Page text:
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It’s a Beautiful Day & I Can’t Experience It

Imagine for a moment that you can’t see or have a physical impairment that means you can’t use a mouse or a keyboard. Would you still be able to work, shop or game?

The chances are, if you use software tools and/or the Internet you’d find your life significantly curtailed. Why? The vast majority of commercial software, apps and websites can’t be used with assistive technology.

Want to see for yourself? Turn off or remove your mouse/track pad and then try to use Twitter. Doesn’t work. So there’s a major social platform that can’t be accessed by a significant portion of the population.

Online accessibility is really important to me. Probably because a close family member is physically disabled and I have seen first hand the way accessible websites enhance their life and how non-accessible websites hinder it. Nothing brings home an issue more thoroughly than seeing someone you care about almost in tears and unable to do their own online grocery shopping because the shopping website doesn’t work with their browser.

The general lack of understanding around accessibility was brought home to me during the recent redesign of the Psoda User Interface. We were asked to explain why we made certain choices around structure, layout and colour. When we explained that it was to make Psoda as accessible as possible to people with disabilities it led to a robust, and at times frustrating, discussion on the benefits of being accessible versus “cool” design, which in turn has led to this blog post. Luckily for me the CEO fully embraces accessibility and believes “coolness” and accessibility are not mutually exclusive.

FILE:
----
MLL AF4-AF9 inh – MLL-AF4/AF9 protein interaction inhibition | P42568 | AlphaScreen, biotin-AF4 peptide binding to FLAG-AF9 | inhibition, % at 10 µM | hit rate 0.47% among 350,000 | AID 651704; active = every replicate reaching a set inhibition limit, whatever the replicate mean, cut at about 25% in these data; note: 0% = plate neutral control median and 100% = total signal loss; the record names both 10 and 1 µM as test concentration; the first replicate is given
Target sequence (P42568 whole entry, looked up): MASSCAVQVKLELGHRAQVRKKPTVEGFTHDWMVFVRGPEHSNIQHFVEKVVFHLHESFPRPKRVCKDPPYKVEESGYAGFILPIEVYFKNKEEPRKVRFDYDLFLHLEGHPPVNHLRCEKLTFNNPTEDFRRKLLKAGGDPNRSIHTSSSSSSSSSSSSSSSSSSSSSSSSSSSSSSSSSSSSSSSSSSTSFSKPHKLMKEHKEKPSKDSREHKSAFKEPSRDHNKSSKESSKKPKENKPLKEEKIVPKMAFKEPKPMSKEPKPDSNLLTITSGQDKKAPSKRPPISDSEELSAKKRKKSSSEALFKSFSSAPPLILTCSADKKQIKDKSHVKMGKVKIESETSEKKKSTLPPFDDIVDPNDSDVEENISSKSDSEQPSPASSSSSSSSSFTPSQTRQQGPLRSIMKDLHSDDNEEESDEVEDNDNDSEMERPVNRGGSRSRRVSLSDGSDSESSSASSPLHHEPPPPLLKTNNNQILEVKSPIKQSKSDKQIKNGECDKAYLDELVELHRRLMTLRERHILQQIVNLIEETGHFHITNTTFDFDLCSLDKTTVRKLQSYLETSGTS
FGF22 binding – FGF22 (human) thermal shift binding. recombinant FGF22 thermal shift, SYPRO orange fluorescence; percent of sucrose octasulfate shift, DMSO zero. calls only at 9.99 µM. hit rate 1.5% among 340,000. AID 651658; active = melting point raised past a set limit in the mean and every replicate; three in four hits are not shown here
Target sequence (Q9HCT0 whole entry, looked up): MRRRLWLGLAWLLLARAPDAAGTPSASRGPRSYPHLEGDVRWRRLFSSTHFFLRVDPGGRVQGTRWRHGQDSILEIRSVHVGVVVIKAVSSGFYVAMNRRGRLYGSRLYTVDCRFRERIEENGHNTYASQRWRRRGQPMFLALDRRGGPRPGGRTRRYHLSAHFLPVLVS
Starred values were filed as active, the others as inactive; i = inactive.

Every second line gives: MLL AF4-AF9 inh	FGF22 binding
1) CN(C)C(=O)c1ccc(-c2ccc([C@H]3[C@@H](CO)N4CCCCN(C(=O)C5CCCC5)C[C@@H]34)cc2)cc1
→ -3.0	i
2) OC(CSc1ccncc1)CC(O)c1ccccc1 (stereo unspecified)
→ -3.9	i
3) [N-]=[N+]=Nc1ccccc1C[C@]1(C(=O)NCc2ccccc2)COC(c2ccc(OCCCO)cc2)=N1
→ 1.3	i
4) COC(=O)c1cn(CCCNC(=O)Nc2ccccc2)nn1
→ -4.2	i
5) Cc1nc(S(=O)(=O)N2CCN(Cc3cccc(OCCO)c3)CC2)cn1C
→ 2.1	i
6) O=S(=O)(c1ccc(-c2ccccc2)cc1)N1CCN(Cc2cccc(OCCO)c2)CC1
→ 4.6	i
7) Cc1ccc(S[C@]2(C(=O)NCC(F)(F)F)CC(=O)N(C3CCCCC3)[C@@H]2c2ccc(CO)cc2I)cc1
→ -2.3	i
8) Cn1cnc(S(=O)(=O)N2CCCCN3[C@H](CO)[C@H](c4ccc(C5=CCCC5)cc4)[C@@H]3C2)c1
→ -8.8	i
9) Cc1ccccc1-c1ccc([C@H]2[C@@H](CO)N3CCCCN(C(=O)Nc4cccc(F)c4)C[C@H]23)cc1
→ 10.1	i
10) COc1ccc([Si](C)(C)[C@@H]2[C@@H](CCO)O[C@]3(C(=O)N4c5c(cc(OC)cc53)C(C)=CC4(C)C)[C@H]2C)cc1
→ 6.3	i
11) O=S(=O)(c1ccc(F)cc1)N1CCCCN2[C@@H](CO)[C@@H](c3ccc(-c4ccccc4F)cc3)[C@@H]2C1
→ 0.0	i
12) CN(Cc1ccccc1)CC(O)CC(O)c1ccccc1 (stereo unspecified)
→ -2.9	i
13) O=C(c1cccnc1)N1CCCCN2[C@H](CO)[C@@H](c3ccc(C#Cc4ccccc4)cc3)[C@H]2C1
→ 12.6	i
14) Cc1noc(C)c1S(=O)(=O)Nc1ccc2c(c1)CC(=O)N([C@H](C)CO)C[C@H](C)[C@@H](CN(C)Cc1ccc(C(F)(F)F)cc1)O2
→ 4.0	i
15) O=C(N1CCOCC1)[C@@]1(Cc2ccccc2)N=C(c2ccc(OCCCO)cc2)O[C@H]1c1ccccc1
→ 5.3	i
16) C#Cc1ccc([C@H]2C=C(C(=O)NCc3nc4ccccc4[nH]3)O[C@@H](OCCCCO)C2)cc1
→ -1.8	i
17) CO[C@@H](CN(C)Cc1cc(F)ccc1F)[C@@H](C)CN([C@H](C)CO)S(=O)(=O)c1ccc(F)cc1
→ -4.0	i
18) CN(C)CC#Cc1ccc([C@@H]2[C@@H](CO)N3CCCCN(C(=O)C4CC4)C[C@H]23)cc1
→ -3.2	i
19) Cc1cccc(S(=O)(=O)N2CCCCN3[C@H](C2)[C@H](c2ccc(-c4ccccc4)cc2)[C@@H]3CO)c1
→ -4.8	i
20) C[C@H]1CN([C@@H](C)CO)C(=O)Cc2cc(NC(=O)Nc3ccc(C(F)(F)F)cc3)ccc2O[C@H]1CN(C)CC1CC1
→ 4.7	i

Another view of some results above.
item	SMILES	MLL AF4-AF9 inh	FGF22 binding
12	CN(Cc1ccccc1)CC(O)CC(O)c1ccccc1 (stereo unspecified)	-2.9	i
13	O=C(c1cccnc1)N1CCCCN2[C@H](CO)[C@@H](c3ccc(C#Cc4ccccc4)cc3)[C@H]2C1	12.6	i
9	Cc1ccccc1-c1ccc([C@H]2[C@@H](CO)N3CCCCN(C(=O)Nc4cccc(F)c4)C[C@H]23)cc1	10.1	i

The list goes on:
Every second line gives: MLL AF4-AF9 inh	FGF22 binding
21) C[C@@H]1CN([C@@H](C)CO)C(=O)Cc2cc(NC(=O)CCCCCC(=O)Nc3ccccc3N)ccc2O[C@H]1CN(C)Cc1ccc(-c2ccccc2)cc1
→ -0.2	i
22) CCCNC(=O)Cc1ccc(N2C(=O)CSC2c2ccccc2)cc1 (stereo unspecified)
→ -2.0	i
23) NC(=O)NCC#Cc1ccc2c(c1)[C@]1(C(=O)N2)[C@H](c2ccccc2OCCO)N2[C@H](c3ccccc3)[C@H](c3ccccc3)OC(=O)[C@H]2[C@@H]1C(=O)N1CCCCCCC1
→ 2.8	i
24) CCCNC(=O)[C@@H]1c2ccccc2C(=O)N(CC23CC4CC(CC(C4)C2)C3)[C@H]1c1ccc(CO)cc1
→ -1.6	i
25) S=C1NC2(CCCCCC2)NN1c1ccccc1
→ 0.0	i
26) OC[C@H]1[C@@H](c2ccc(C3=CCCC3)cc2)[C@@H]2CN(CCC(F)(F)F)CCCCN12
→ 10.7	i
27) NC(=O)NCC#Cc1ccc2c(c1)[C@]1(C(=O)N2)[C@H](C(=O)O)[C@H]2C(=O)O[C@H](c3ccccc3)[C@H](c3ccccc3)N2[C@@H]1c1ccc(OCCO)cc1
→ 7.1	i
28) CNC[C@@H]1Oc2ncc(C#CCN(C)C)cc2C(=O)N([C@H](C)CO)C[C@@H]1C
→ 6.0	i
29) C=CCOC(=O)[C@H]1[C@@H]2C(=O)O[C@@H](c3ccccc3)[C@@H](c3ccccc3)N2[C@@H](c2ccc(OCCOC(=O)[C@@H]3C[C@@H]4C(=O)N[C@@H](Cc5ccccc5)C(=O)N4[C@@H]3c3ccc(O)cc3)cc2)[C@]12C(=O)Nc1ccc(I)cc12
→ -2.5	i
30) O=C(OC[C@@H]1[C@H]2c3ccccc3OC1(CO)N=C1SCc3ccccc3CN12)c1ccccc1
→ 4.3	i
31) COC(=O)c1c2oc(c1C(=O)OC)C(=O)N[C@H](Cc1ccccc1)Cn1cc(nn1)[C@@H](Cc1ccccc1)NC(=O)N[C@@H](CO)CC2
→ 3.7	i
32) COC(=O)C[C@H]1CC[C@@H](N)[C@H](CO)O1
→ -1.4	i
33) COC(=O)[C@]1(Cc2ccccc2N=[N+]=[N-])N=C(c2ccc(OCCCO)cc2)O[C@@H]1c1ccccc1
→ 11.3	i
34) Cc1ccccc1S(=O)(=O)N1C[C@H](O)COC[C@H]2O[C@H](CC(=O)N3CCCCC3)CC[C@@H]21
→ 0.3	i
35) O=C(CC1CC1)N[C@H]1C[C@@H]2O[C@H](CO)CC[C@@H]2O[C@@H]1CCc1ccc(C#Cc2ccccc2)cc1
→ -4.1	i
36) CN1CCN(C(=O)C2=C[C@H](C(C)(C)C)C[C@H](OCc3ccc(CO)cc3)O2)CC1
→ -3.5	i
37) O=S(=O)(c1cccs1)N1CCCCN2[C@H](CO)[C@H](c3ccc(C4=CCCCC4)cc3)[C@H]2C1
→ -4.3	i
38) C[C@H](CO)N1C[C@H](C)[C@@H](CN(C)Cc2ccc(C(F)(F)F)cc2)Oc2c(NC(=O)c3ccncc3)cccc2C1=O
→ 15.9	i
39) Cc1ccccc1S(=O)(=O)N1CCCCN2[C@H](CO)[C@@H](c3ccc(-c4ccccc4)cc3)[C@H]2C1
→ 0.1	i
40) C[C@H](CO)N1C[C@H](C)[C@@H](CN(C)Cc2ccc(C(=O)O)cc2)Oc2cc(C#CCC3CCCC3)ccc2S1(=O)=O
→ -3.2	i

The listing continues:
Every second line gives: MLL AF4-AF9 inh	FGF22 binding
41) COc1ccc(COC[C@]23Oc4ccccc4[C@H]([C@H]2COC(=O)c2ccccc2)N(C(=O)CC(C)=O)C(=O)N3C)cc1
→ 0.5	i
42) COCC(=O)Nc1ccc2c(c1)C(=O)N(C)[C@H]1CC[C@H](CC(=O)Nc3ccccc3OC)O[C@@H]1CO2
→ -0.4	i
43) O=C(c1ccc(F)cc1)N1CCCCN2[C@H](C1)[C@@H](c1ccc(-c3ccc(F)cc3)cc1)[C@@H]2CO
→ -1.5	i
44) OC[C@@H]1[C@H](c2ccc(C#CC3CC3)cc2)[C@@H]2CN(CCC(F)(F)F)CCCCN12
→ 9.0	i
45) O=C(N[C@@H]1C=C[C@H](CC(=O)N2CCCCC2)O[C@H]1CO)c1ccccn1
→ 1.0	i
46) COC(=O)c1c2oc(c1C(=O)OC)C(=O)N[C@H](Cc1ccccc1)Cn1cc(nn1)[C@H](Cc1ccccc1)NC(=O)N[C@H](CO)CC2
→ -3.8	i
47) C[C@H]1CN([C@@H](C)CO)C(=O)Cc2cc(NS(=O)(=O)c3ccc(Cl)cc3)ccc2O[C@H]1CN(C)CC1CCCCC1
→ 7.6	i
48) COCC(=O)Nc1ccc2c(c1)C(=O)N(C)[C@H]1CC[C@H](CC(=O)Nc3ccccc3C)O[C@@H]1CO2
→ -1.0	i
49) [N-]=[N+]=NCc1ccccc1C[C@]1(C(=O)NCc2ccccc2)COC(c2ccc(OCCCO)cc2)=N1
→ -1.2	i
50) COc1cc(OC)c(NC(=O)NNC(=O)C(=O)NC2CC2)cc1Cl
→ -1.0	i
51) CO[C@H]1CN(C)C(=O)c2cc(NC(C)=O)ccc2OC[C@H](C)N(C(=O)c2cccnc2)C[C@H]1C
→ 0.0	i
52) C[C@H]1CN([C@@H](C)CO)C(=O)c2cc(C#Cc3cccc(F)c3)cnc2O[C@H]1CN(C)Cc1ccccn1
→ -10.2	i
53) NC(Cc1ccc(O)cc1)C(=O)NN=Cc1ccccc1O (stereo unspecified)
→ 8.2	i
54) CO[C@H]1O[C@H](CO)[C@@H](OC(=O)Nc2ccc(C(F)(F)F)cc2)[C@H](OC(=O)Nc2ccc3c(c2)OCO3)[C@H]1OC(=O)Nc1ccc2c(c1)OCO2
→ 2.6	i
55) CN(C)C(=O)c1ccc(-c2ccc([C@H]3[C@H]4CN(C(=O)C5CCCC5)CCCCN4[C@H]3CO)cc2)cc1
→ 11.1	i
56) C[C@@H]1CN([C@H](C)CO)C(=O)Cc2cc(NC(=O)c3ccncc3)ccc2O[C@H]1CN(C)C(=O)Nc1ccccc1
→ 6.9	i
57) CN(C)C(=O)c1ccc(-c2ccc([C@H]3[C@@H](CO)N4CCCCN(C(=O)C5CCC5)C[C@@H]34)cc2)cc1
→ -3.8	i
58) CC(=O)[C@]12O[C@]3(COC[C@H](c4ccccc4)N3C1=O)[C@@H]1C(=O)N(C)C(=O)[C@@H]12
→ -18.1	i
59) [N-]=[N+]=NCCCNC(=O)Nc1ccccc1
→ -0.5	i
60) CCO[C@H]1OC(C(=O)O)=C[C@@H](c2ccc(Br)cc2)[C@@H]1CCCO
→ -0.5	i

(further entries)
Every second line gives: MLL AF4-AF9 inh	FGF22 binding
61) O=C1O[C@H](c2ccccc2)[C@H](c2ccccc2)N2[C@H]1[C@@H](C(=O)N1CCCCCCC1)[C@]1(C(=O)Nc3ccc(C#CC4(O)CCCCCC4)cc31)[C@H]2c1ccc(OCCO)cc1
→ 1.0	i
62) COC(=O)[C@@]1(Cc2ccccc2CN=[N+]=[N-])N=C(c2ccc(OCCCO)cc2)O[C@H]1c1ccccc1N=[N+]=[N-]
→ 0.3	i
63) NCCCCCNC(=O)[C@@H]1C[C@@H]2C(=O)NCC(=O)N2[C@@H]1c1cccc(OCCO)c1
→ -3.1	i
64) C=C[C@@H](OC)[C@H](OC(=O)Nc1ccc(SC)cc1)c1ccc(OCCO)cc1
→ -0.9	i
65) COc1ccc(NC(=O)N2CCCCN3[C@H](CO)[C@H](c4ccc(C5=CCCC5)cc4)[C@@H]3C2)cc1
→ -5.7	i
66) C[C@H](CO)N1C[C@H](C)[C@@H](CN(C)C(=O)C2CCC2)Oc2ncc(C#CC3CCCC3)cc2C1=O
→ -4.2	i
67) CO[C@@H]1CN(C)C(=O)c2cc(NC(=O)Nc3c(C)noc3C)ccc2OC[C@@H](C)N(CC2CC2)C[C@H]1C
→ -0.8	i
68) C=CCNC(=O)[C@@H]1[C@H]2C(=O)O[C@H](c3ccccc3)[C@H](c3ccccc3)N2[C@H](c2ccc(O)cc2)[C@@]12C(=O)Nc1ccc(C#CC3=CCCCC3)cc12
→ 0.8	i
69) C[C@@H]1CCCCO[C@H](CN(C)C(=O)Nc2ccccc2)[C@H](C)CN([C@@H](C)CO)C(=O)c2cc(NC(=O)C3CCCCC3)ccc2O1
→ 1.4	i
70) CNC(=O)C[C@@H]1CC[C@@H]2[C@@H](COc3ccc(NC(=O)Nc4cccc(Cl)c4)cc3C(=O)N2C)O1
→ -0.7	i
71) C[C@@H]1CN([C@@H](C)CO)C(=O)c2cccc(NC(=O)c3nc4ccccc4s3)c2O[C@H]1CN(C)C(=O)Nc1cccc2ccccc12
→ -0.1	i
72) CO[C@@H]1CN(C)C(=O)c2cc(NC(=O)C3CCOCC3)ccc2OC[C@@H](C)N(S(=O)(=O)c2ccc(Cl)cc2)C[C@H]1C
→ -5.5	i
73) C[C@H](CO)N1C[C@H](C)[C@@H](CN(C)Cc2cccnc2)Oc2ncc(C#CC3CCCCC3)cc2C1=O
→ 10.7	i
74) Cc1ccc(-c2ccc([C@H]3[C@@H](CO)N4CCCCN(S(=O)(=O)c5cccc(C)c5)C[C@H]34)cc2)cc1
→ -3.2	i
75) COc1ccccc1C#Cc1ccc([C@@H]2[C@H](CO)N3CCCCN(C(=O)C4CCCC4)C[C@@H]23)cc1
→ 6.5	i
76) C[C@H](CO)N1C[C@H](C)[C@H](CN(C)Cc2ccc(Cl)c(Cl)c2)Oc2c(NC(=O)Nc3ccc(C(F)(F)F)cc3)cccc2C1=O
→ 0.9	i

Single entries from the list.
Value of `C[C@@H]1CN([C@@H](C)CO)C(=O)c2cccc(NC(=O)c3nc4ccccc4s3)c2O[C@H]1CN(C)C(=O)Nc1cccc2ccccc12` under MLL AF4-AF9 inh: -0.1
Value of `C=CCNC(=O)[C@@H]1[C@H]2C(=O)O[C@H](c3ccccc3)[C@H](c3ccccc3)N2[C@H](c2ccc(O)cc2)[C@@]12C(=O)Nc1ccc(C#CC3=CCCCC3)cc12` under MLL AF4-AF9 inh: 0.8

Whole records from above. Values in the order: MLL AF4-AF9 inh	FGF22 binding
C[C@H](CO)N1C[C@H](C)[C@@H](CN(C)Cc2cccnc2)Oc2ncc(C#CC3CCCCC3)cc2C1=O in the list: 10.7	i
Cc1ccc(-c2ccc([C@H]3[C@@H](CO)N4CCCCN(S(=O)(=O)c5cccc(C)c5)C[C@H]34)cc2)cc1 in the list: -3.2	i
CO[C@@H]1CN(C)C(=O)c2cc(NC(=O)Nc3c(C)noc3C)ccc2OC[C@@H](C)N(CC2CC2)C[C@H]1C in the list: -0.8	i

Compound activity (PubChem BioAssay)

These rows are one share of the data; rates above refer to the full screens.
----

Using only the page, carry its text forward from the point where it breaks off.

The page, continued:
A few of the things we’ve done to make Psoda accessible are:

  • All of the images have proper alt attributes associated with them – helpful for people who use screen readers
  • You don’t need to have a mouse to use either the website or the tools
  • We have a high contrast version of the tool
  • We use in-page “popups” instead of opening new windows/tabs
  • Psoda works with JavaScript turned off
  • We’ve also done a bunch stuff to make AJAX more accessible: http://blog.psoda.com/?p=27

A number of countries have developed legislation around making websites accessible. You can find out more about that here: http://www.w3.org/WAI/Policy/

If you’d like to find out more about how you can make your website and software products more accessible I’ve included a couple of links below to some useful sites:

 

P.S. The title for this blog comes from a really moving video of a Scottish blind man *warning – tissues required*

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